I have been suffering through stress headaches like crazy. After four years of college, I allowed myself to overload my schedule like a mad-woman and it took a serious toll on my brain. Suddenly, senior year hit and I couldn’t handle it all anymore. The whole “fight the good fight of business” thing just didn’t make any sense to me anymore.

And it began to take a toll on me physically. Nothing hit me worse than my sudden inability to be present, in the moment. My head would begin to “short-circuit” when in big crowds or faced with a long reading assignment. I had simply given it far too much to worry about and face for these past 4 years, and it was finally so sick and tired of it all.

And it began, in its own special way, to say to me, “Maddie, stop. Slow down. Rest.”

So that’s what I thought about as I awoke today. And I realized that nothing, not even a dozen red roses, would make me happier than finding rest in the promises of the Lord today. I realized that my prayers lately have had absolutely nothing to do with men and instead have had everything to do with health. My health. My mind and thoughts and utter exhaustion.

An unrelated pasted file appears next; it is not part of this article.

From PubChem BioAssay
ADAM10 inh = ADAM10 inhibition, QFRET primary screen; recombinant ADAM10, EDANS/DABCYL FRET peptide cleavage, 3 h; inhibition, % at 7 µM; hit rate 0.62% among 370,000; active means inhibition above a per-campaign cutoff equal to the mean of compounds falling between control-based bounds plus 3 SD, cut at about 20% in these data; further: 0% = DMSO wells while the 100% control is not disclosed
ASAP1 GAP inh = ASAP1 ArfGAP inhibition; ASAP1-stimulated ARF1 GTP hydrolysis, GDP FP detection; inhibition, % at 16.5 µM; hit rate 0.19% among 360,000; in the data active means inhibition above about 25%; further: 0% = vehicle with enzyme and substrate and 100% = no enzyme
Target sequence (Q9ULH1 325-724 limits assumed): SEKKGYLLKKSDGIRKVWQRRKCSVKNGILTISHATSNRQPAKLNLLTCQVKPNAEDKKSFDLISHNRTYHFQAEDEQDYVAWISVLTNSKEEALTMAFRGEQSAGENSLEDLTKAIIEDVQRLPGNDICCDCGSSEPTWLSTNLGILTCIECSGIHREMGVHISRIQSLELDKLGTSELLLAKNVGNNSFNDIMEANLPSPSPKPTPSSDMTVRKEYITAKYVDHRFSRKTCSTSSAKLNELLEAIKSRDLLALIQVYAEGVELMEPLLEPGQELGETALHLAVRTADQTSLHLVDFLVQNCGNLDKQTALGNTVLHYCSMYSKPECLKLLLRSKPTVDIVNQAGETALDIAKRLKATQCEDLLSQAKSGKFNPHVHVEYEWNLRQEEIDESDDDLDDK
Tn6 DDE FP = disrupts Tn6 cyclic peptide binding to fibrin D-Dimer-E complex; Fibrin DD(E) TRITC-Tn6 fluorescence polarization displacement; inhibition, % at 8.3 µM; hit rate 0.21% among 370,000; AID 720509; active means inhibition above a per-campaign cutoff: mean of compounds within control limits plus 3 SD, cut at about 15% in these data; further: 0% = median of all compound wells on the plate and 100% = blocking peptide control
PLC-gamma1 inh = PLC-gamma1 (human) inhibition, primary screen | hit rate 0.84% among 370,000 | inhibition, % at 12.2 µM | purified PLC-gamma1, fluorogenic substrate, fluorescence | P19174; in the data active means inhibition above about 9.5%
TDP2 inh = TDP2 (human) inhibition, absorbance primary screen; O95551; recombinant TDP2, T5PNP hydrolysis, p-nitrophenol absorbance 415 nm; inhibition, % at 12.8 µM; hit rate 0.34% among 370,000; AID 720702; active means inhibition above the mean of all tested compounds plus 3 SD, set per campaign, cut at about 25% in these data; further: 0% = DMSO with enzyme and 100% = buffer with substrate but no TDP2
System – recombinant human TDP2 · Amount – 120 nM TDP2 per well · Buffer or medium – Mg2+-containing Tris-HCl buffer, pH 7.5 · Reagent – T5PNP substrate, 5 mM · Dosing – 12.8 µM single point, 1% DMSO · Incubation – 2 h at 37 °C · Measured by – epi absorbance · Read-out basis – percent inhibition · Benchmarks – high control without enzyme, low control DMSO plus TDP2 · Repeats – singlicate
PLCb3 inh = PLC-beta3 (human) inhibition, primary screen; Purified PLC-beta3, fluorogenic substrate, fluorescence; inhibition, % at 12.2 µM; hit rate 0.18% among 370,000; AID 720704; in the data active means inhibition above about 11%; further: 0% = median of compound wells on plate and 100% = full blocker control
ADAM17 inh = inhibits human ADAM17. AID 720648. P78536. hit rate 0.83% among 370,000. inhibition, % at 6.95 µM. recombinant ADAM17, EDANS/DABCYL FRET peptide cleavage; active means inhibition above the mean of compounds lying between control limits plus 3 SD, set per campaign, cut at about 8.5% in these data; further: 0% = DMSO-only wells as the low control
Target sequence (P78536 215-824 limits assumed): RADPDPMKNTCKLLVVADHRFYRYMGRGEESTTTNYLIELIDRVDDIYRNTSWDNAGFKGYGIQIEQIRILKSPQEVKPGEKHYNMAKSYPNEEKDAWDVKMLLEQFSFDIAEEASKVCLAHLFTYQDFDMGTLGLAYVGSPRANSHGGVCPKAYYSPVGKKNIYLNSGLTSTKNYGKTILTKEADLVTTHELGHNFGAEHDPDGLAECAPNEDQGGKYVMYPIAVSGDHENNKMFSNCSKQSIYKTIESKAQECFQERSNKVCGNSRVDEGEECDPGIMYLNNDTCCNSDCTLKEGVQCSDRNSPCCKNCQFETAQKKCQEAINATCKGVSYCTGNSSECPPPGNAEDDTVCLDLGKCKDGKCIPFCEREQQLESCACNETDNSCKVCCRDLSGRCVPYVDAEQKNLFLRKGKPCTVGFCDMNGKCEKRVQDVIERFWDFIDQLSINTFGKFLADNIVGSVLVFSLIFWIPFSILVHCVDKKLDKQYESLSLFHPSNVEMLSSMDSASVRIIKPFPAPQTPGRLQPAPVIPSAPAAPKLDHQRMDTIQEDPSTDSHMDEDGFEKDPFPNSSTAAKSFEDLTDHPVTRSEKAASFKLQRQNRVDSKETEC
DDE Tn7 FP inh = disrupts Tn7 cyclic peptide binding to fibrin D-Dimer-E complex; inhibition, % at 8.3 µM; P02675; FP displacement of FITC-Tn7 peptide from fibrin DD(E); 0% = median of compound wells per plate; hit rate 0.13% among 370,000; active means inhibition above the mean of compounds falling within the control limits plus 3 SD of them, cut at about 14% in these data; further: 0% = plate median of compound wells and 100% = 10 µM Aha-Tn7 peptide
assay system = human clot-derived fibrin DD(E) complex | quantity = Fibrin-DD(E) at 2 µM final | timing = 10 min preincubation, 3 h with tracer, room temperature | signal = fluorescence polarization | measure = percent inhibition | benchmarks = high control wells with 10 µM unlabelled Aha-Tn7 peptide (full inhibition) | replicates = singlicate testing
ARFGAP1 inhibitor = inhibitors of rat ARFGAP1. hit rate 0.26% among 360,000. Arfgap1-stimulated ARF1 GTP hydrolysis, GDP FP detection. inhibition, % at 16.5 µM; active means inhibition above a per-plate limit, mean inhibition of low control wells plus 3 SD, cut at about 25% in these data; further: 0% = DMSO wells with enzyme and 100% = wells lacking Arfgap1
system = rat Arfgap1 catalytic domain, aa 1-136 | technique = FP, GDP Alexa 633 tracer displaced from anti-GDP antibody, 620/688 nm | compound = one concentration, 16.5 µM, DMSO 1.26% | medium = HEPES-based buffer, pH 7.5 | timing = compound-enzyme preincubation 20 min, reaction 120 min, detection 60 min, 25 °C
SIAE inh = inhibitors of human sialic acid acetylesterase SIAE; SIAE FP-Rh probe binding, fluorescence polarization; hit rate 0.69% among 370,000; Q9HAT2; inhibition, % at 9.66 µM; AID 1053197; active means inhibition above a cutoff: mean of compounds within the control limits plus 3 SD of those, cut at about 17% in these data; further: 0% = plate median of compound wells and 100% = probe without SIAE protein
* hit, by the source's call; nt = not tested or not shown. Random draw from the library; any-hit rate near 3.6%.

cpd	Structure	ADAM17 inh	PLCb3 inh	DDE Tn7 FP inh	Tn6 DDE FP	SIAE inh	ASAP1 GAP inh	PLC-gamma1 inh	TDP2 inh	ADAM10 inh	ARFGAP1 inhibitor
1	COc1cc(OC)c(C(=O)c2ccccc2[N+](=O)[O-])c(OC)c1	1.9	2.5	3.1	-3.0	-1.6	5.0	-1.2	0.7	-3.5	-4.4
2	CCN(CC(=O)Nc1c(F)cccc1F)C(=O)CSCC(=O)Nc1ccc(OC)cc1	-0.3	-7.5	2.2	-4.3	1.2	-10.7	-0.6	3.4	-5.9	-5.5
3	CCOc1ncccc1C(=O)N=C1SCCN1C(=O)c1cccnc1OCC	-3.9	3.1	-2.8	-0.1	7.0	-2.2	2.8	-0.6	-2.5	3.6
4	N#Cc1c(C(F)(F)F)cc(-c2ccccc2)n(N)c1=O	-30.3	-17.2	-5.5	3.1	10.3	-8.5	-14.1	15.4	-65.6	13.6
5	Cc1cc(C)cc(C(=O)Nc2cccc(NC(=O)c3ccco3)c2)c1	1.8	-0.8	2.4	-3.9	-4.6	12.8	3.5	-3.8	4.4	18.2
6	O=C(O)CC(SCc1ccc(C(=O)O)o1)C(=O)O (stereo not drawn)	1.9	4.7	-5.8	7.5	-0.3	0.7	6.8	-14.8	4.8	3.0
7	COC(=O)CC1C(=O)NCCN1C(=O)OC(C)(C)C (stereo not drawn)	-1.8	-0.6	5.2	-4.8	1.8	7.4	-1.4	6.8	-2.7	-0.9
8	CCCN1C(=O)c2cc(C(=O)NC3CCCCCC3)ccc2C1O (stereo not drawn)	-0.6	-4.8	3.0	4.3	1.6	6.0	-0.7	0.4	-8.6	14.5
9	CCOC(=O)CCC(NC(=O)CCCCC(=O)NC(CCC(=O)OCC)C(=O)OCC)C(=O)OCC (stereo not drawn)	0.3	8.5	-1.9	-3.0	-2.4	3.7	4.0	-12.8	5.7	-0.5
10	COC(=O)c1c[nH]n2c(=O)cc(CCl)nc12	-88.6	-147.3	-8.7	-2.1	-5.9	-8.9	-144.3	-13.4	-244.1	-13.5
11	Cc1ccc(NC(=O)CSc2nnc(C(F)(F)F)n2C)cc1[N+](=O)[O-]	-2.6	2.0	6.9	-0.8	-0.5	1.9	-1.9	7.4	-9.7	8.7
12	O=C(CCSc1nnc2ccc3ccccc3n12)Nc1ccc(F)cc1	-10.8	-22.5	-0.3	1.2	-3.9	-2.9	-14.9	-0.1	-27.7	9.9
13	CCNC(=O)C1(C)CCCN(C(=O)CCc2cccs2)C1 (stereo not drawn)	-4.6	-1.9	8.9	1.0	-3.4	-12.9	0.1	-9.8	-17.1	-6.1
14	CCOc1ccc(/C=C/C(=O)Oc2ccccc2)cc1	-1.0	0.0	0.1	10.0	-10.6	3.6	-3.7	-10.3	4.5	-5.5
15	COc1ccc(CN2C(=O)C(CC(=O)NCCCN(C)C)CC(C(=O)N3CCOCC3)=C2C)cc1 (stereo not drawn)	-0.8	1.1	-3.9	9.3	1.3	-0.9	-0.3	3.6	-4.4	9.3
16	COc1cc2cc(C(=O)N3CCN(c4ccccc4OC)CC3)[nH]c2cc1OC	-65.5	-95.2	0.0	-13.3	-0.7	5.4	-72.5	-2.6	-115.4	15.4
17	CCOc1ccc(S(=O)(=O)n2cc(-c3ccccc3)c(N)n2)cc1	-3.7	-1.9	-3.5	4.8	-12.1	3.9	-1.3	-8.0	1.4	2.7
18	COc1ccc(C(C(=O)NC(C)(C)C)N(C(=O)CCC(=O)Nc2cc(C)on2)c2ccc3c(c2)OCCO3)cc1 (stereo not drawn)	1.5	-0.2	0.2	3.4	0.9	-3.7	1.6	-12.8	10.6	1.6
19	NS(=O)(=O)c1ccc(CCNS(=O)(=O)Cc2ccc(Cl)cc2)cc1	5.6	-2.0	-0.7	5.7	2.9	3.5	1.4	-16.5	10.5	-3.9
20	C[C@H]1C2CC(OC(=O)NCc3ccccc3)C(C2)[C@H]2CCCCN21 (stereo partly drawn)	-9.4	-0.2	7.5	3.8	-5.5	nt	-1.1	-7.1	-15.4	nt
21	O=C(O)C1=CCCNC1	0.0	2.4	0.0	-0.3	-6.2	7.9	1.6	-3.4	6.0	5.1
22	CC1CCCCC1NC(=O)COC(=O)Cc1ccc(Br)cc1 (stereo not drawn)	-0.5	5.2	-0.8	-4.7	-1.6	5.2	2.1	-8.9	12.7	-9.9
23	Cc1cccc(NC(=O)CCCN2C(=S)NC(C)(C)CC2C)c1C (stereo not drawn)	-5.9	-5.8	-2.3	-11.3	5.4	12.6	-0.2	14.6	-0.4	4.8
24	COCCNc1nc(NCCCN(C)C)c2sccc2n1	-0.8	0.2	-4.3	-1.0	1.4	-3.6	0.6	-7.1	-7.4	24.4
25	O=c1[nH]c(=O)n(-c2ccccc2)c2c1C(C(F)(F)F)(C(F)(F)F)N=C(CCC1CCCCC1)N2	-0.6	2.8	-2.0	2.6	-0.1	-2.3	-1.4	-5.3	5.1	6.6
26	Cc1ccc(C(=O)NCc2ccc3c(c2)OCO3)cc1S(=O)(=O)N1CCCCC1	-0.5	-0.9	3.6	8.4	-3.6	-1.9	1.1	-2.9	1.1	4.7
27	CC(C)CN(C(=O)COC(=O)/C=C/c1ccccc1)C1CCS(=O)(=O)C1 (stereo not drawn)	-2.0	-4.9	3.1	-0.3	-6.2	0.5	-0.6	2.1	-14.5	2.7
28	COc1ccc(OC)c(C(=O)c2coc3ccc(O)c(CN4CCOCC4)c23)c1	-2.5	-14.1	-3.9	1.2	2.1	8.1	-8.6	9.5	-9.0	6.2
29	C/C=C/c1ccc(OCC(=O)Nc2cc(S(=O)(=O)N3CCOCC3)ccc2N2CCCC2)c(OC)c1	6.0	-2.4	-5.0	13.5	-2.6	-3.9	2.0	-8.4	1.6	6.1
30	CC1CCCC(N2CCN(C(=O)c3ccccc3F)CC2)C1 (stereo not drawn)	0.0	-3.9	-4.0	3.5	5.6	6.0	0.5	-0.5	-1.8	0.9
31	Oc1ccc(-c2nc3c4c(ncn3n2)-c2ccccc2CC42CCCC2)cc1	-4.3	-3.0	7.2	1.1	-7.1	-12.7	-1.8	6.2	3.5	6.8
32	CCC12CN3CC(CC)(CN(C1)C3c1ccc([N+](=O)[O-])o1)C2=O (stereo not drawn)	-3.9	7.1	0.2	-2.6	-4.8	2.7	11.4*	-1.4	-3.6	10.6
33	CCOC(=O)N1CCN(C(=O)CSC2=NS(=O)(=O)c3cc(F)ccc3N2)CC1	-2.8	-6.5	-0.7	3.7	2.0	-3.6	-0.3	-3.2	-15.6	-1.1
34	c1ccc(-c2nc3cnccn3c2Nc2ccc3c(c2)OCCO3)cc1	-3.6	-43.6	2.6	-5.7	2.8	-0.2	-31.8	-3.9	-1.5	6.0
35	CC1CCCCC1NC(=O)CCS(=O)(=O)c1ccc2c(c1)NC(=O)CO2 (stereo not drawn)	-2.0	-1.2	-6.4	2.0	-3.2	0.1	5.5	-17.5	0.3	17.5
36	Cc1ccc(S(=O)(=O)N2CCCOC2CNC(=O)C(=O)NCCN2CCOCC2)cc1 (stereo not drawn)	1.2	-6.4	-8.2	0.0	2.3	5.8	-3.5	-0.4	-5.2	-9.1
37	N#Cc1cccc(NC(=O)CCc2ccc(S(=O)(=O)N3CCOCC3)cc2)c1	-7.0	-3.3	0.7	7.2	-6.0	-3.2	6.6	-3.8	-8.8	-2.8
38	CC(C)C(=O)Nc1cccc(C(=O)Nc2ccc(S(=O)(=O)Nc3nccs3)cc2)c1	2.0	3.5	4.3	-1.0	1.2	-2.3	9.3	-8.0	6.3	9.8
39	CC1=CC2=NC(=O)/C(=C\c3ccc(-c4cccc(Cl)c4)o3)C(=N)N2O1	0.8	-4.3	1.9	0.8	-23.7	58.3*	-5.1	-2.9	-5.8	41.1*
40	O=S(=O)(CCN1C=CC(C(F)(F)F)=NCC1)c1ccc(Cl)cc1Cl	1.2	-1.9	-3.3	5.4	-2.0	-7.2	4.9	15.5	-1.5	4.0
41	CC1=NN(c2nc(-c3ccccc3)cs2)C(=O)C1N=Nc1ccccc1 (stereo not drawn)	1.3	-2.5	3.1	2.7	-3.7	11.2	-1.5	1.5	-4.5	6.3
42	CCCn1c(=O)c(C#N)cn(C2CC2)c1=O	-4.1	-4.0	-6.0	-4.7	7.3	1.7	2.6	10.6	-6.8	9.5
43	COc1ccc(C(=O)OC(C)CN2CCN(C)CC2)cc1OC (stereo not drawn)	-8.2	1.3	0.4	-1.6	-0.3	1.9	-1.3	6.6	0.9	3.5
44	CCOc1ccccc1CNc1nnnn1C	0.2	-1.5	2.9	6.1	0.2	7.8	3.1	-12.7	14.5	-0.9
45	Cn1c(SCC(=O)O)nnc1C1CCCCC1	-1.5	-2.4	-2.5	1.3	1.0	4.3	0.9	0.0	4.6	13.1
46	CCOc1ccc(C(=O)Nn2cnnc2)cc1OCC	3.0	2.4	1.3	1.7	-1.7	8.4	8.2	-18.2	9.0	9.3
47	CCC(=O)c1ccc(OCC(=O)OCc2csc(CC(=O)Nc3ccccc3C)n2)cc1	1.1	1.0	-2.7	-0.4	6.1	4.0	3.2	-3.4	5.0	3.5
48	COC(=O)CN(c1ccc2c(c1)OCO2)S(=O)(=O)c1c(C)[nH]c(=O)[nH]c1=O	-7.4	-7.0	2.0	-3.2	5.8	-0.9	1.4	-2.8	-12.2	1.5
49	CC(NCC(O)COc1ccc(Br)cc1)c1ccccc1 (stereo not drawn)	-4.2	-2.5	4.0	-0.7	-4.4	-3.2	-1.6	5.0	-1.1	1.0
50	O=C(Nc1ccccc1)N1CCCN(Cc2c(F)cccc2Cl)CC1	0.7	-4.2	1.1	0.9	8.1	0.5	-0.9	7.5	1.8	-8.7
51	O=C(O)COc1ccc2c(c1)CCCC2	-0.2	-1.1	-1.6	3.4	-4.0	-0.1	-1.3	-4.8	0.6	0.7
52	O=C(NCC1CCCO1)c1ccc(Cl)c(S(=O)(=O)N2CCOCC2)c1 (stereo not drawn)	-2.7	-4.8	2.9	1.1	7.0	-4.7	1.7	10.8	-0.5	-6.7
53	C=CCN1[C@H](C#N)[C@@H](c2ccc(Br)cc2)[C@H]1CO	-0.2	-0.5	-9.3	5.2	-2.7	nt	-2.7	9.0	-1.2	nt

And the realization that nothing will give me that rest and healing but intimacy with my Lord.

And so this morning, I thought of Him.

 

This is not just another singleness post because I don’t want to talk about singleness.

I want to talk about God.

You know, we try so hard to convince ourselves that things matter more than Him. Especially on Valentine’s Day.

But I’m here to say, in echo of the Bible, that nothing does. 

I don’t care if the love of your life gets down on his knee tonight and pops out a rock the size of a small boulder, it still doesn’t matter more than knowing God.

I think of Philippians 3:8:

Indeed, I count everything as loss because of the surpassing worth of knowing Christ Jesus my Lord. For His sake, I have suffered the loss of all things and count them as rubbish, in order that I may gain Christ.

Can we just sit here for a minute?

Don’t fall into the trap of thinking that Paul, in some way, enjoyed the humiliation of himself in light of Jesus. In fact, just verses before, he brags about who he used to be.